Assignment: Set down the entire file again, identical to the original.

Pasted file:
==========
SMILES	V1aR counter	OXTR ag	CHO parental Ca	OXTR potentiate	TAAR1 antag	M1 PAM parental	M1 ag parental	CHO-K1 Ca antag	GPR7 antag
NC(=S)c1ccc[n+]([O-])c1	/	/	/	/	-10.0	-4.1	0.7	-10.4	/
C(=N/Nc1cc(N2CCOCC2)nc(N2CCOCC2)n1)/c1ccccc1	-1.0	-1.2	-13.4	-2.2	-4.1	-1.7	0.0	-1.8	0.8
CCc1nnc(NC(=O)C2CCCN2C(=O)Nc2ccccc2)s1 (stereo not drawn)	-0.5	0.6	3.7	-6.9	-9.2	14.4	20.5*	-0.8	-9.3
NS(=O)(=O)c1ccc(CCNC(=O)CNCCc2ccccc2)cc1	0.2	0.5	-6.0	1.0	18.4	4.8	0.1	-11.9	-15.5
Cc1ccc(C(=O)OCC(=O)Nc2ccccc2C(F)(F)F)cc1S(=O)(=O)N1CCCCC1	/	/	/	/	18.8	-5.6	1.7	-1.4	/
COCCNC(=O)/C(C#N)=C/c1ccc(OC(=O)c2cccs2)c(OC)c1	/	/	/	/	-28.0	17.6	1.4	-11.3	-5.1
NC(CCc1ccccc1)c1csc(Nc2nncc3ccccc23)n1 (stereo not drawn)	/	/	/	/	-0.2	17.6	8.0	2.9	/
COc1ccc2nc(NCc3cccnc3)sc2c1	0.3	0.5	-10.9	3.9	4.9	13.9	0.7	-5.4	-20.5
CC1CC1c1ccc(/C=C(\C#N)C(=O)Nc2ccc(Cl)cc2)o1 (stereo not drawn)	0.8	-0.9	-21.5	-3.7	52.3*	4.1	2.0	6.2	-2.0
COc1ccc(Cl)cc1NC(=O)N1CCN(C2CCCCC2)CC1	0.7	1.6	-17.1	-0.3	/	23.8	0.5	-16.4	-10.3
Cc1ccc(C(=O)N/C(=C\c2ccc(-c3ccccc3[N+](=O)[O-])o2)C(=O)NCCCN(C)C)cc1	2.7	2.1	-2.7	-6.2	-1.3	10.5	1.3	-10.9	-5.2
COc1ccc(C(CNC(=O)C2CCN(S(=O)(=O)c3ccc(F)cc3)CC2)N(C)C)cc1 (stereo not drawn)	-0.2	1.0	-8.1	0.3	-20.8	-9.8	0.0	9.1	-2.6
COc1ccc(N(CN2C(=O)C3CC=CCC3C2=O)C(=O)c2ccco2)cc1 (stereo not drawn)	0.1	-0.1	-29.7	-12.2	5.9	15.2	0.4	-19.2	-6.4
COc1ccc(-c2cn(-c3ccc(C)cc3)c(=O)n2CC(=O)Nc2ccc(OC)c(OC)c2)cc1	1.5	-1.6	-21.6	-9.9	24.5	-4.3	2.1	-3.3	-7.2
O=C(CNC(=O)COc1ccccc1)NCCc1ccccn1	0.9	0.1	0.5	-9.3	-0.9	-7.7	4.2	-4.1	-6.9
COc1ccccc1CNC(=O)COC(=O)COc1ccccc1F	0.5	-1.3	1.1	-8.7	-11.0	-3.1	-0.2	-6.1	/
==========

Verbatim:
SMILES	V1aR counter	OXTR ag	CHO parental Ca	OXTR potentiate	TAAR1 antag	M1 PAM parental	M1 ag parental	CHO-K1 Ca antag	GPR7 antag
NC(=S)c1ccc[n+]([O-])c1	/	/	/	/	-10.0	-4.1	0.7	-10.4	/
C(=N/Nc1cc(N2CCOCC2)nc(N2CCOCC2)n1)/c1ccccc1	-1.0	-1.2	-13.4	-2.2	-4.1	-1.7	0.0	-1.8	0.8
CCc1nnc(NC(=O)C2CCCN2C(=O)Nc2ccccc2)s1 (stereo not drawn)	-0.5	0.6	3.7	-6.9	-9.2	14.4	20.5*	-0.8	-9.3
NS(=O)(=O)c1ccc(CCNC(=O)CNCCc2ccccc2)cc1	0.2	0.5	-6.0	1.0	18.4	4.8	0.1	-11.9	-15.5
Cc1ccc(C(=O)OCC(=O)Nc2ccccc2C(F)(F)F)cc1S(=O)(=O)N1CCCCC1	/	/	/	/	18.8	-5.6	1.7	-1.4	/
COCCNC(=O)/C(C#N)=C/c1ccc(OC(=O)c2cccs2)c(OC)c1	/	/	/	/	-28.0	17.6	1.4	-11.3	-5.1
NC(CCc1ccccc1)c1csc(Nc2nncc3ccccc23)n1 (stereo not drawn)	/	/	/	/	-0.2	17.6	8.0	2.9	/
COc1ccc2nc(NCc3cccnc3)sc2c1	0.3	0.5	-10.9	3.9	4.9	13.9	0.7	-5.4	-20.5
CC1CC1c1ccc(/C=C(\C#N)C(=O)Nc2ccc(Cl)cc2)o1 (stereo not drawn)	0.8	-0.9	-21.5	-3.7	52.3*	4.1	2.0	6.2	-2.0
COc1ccc(Cl)cc1NC(=O)N1CCN(C2CCCCC2)CC1	0.7	1.6	-17.1	-0.3	/	23.8	0.5	-16.4	-10.3
Cc1ccc(C(=O)N/C(=C\c2ccc(-c3ccccc3[N+](=O)[O-])o2)C(=O)NCCCN(C)C)cc1	2.7	2.1	-2.7	-6.2	-1.3	10.5	1.3	-10.9	-5.2
COc1ccc(C(CNC(=O)C2CCN(S(=O)(=O)c3ccc(F)cc3)CC2)N(C)C)cc1 (stereo not drawn)	-0.2	1.0	-8.1	0.3	-20.8	-9.8	0.0	9.1	-2.6
COc1ccc(N(CN2C(=O)C3CC=CCC3C2=O)C(=O)c2ccco2)cc1 (stereo not drawn)	0.1	-0.1	-29.7	-12.2	5.9	15.2	0.4	-19.2	-6.4
COc1ccc(-c2cn(-c3ccc(C)cc3)c(=O)n2CC(=O)Nc2ccc(OC)c(OC)c2)cc1	1.5	-1.6	-21.6	-9.9	24.5	-4.3	2.1	-3.3	-7.2
O=C(CNC(=O)COc1ccccc1)NCCc1ccccn1	0.9	0.1	0.5	-9.3	-0.9	-7.7	4.2	-4.1	-6.9
COc1ccccc1CNC(=O)COC(=O)COc1ccccc1F	0.5	-1.3	1.1	-8.7	-11.0	-3.1	-0.2	-6.1	/